What began as a kick has developed into something much, much more. To get to the point, IPA’s have blown up in the craft beer industry.
The India Style Pale Ale started as a “hipster” beer but soon evolved to something that only a select few would have fathomed. This style of beer has successfully become the most preferred and sought out by craft beer enthusiasts.
Why? I don’t know. When I first got into craft beer, I strongly disliked them. With a passion. I couldn’t imagine purchasing a six-pack or even a single bottle. This all changed when I caught myself enjoying a Firestone Walker IPA and quickly found out which liquor stores in my area sold it. There was something about that hoppy goodness that forced me to accept it into my top life of craft beer. Was it because I wanted to feel what everybody else was feeling? Was it because I didn’t want to accept their “hipster” label? No, I believe that IPA’s are an acquired taste and is common among hop lovers.
Don’t believe me, let Kate Bernot of DRAFT magazine back me up. In her article she states, “IPAs continue to increase in both sales numbers and the number of brands offered. Last year alone saw the introduction of 117 new IPA brands to grocery store shelves. (That’s not even counting bottle shops and smaller retailers.) In 2014, consumers could choose from 741 IPA brands at the grocery store, compared to 215 in 2009…IPAs and pale ales account for 30% of all craft beer sales in restaurants and bars; far outpacing lagers, seasonals, wheats, etc.”
It has been made clear that The Notorious IPA has made its mark and is here to stay. Although its widespread popularity was slow to start, it can be argued that it was among the first beers in the Americas. The India Style Pale Ale was first introduced in the 1700’s and was created in order to ship beer from England to India without being spoiled. Although other beers were still being shipped, it was the higher alcohol content and preservation the hops provided in IPAs that made them a safer to ship.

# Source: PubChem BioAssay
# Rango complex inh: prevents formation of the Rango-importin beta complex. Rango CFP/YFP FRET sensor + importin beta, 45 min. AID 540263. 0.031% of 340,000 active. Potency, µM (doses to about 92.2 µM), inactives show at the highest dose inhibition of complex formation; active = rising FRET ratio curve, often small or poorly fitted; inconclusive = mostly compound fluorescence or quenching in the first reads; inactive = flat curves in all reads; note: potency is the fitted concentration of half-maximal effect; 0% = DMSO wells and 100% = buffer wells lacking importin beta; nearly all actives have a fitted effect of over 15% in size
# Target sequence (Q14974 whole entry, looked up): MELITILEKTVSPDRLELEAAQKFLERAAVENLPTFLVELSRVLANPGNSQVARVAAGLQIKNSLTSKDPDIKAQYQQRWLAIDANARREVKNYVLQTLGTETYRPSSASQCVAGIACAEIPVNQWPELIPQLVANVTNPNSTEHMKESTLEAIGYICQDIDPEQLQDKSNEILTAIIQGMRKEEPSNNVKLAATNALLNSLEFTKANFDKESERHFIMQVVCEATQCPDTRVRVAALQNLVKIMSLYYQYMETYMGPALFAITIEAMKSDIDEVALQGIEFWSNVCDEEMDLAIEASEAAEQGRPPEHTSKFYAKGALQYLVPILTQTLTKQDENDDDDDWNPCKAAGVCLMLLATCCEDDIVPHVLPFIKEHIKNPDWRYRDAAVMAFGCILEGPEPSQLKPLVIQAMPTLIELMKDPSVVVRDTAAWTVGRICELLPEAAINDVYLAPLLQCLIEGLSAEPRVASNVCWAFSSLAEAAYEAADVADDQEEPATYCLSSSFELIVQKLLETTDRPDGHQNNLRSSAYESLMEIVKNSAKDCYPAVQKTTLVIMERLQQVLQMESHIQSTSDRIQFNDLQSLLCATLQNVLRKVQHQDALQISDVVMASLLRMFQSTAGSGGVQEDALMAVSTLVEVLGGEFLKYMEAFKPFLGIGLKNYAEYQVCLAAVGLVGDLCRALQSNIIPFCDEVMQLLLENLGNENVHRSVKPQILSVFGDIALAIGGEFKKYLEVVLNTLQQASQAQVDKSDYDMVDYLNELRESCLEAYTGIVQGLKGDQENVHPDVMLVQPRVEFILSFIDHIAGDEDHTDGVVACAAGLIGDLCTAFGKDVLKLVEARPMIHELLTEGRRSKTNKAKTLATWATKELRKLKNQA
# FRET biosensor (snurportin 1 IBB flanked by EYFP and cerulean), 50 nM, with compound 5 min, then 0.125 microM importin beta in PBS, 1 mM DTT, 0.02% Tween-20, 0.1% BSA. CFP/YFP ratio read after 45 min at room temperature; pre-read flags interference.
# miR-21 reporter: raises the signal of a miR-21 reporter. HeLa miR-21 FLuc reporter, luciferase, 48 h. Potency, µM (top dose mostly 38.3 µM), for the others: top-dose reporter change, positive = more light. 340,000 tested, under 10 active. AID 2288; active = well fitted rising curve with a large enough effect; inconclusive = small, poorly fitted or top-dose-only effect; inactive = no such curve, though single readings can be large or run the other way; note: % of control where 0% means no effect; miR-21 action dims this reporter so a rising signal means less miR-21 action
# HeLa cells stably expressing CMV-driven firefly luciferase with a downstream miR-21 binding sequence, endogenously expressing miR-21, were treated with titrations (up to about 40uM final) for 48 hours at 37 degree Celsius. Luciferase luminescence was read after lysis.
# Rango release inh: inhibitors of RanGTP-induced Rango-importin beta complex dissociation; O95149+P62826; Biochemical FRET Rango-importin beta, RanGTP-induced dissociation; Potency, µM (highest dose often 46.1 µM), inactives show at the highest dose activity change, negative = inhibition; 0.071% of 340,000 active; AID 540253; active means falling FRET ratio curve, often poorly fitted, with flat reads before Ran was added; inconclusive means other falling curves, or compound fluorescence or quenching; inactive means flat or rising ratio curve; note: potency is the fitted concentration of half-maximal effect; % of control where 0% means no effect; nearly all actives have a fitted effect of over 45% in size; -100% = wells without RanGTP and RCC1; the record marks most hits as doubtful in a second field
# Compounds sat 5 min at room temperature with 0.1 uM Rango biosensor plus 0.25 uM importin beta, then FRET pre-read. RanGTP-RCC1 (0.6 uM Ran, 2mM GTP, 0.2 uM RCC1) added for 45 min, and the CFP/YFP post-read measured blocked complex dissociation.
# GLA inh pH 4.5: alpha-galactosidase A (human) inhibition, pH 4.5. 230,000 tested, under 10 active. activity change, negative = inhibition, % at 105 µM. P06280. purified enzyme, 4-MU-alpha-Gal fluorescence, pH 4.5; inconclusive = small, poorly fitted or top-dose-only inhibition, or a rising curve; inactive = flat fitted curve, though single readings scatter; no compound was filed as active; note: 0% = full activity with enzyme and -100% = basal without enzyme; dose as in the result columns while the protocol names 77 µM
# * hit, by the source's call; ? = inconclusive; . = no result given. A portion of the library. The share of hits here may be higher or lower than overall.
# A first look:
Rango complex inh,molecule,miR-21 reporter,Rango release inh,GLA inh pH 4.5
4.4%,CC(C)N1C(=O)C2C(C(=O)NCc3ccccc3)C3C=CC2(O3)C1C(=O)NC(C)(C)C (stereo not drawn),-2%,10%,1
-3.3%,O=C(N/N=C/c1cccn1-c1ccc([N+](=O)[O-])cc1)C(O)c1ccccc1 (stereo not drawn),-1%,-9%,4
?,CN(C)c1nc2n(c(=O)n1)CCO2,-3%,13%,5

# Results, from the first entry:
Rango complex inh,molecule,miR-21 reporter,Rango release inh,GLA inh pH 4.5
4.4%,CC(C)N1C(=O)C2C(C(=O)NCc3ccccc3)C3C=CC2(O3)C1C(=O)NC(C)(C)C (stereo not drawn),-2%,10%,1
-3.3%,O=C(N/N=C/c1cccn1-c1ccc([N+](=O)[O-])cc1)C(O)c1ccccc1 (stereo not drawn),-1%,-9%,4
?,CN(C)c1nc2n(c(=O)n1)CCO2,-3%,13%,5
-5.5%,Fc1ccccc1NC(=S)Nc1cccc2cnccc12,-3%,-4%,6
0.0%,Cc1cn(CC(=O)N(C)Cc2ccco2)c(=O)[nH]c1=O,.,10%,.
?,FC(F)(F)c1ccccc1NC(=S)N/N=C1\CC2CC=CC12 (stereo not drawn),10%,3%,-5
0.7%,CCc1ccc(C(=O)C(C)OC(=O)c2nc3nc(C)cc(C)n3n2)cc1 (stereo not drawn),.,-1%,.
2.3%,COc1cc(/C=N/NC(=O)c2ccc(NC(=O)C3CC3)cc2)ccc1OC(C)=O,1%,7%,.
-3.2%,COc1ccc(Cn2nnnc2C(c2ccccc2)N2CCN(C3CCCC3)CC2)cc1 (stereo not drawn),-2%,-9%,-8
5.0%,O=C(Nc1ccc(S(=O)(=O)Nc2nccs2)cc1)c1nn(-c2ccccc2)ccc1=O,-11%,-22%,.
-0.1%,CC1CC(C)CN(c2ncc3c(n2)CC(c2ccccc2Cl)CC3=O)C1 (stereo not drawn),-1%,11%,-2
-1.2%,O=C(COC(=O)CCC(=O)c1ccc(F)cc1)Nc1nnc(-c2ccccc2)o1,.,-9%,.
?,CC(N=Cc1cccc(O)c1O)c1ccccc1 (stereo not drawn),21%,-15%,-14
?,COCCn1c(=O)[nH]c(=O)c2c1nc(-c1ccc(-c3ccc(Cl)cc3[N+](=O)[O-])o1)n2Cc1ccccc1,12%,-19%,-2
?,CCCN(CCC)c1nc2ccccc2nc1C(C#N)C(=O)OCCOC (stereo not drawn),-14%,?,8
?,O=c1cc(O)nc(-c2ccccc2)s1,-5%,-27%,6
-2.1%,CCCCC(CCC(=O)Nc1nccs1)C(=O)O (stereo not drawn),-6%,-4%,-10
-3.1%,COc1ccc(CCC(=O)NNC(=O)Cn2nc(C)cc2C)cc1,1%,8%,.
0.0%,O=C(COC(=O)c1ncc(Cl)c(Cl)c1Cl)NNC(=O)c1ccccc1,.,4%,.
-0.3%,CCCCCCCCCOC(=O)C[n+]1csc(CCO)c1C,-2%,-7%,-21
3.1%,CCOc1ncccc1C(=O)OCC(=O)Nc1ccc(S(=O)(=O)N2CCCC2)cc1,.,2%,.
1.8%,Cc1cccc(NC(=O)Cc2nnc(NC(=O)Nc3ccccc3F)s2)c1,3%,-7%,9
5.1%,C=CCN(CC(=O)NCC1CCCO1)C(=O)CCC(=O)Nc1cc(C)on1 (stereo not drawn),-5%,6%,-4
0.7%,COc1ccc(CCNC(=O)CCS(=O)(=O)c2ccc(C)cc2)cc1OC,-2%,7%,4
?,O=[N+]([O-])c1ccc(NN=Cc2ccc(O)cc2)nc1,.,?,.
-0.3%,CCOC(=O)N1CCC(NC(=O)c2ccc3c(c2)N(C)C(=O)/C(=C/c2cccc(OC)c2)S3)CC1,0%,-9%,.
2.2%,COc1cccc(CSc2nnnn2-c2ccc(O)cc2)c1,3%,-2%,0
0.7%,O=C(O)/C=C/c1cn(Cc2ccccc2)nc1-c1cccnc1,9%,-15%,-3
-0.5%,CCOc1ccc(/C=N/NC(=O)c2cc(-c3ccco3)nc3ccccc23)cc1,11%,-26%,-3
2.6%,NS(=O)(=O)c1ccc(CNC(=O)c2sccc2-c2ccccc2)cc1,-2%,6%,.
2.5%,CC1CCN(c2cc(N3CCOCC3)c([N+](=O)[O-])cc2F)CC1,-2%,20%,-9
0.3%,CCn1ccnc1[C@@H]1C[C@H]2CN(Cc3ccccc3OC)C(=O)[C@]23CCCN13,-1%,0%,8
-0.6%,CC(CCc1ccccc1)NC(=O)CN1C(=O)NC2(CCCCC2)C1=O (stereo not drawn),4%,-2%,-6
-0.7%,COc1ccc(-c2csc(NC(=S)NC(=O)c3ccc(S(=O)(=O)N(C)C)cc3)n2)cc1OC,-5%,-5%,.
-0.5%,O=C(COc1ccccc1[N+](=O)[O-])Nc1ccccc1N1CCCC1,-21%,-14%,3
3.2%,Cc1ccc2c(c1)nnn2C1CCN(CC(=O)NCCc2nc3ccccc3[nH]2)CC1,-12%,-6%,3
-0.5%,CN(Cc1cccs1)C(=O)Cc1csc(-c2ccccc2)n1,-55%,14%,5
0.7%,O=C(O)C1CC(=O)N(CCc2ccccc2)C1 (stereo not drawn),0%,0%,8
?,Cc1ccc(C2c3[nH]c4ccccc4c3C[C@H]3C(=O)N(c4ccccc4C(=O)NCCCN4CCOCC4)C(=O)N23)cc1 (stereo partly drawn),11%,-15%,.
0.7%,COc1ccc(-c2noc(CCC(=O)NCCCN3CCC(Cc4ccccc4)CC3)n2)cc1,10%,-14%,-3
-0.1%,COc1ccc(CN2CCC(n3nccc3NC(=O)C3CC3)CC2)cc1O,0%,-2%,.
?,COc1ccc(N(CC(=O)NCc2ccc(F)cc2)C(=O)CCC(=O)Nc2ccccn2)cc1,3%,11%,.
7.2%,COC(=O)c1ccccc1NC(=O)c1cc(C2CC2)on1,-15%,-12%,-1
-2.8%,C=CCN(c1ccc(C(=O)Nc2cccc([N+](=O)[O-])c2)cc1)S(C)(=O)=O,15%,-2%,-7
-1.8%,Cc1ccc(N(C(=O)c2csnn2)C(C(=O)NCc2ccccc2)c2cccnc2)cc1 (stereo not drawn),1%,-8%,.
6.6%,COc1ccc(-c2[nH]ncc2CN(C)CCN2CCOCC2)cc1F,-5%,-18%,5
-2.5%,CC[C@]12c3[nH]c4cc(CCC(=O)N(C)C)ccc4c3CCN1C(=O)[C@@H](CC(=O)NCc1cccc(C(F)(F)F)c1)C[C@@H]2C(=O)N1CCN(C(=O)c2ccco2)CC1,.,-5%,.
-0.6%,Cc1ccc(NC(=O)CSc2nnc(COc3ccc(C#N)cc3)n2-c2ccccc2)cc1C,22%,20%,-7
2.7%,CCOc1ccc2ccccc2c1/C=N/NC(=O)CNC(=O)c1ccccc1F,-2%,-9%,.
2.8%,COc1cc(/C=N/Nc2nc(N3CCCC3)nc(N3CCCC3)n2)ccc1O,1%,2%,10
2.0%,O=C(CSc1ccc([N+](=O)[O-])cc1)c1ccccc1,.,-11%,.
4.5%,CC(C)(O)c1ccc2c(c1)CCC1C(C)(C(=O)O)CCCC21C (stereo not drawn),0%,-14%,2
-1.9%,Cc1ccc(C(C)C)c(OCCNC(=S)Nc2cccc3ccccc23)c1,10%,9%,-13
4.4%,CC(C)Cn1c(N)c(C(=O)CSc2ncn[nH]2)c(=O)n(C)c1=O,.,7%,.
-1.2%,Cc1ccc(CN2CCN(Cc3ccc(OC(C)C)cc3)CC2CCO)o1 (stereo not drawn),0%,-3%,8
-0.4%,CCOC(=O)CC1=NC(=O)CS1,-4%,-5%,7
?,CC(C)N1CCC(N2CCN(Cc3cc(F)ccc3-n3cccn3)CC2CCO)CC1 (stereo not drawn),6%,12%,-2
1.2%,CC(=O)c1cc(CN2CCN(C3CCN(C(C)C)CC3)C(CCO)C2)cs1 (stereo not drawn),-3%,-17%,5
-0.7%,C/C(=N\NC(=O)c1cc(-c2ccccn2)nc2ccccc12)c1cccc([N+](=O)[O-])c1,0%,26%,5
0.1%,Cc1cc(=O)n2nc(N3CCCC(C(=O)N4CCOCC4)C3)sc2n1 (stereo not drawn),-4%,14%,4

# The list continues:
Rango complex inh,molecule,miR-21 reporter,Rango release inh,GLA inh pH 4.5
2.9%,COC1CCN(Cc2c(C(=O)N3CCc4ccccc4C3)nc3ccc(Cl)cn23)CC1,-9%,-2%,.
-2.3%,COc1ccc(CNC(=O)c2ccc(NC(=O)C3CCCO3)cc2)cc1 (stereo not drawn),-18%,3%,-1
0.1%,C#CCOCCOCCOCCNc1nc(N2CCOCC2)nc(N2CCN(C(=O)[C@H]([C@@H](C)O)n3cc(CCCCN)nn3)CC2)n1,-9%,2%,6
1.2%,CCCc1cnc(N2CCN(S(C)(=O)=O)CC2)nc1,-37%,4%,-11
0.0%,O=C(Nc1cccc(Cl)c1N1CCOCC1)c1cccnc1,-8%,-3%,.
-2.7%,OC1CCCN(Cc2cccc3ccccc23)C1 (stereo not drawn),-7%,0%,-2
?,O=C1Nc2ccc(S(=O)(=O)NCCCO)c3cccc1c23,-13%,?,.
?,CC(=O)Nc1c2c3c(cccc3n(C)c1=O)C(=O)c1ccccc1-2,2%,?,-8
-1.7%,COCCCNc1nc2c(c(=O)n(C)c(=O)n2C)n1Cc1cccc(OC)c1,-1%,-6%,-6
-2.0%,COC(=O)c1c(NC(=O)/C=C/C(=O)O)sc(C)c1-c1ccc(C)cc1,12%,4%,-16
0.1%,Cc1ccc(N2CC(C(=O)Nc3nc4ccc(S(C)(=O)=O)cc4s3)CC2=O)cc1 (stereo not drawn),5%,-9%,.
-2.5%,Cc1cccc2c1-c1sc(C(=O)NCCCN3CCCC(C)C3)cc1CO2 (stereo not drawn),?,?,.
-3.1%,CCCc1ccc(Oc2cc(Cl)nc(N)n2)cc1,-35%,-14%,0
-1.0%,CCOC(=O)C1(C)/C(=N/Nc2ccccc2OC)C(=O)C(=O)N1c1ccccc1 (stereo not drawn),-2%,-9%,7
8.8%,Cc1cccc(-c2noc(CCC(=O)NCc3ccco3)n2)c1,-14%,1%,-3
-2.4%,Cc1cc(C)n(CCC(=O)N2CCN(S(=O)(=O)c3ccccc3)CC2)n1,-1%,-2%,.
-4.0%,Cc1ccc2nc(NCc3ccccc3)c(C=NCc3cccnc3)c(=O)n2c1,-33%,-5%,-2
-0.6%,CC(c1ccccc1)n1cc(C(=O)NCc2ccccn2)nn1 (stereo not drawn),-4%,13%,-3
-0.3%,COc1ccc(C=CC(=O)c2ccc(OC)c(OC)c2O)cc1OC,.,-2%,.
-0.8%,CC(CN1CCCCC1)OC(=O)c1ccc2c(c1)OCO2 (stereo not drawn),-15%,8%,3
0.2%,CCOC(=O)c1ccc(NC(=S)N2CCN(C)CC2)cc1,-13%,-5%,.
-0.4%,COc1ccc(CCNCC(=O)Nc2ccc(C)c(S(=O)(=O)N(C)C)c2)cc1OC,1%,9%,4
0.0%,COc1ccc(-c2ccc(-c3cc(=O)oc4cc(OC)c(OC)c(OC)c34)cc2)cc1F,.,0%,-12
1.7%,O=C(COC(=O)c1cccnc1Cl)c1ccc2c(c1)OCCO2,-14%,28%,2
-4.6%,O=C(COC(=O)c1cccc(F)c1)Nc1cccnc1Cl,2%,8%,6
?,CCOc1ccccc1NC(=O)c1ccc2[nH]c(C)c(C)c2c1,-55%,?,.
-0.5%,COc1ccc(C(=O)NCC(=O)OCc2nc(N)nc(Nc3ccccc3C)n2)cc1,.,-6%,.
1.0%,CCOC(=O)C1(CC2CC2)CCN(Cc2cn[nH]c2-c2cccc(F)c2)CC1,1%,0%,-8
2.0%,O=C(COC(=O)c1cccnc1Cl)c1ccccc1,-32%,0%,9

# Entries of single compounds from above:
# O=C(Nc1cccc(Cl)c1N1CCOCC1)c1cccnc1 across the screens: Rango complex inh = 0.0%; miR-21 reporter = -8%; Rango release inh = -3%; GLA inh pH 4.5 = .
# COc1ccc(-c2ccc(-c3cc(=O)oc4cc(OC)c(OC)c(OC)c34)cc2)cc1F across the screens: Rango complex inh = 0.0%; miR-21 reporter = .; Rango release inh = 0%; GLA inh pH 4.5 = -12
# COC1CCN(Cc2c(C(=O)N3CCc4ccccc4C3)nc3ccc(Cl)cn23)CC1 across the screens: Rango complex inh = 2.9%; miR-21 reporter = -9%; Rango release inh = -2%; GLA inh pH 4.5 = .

Now we have dry, double and triple hopped IPAs along with being considered English, American or an Imperial style IPA. There are also styles such as: Red, White, Black, Belgian, Wild, and Rye. New styles and classifications of IPAs pop up every day which drives away loyalty.
This is good and bad for breweries. For the breweries with established names, it is bad. Established breweries rely on people consistently buying their brands to match their large production levels. For smaller, less established breweries who are trying to break through the wall, it is good. These breweries are looking for their golden ticket into the main stream and experimental drinkers help unlike any other.
Regardless of different opinions, stereotypes and other factors relating to IPAs, it can be easily inferred that they are here to stay.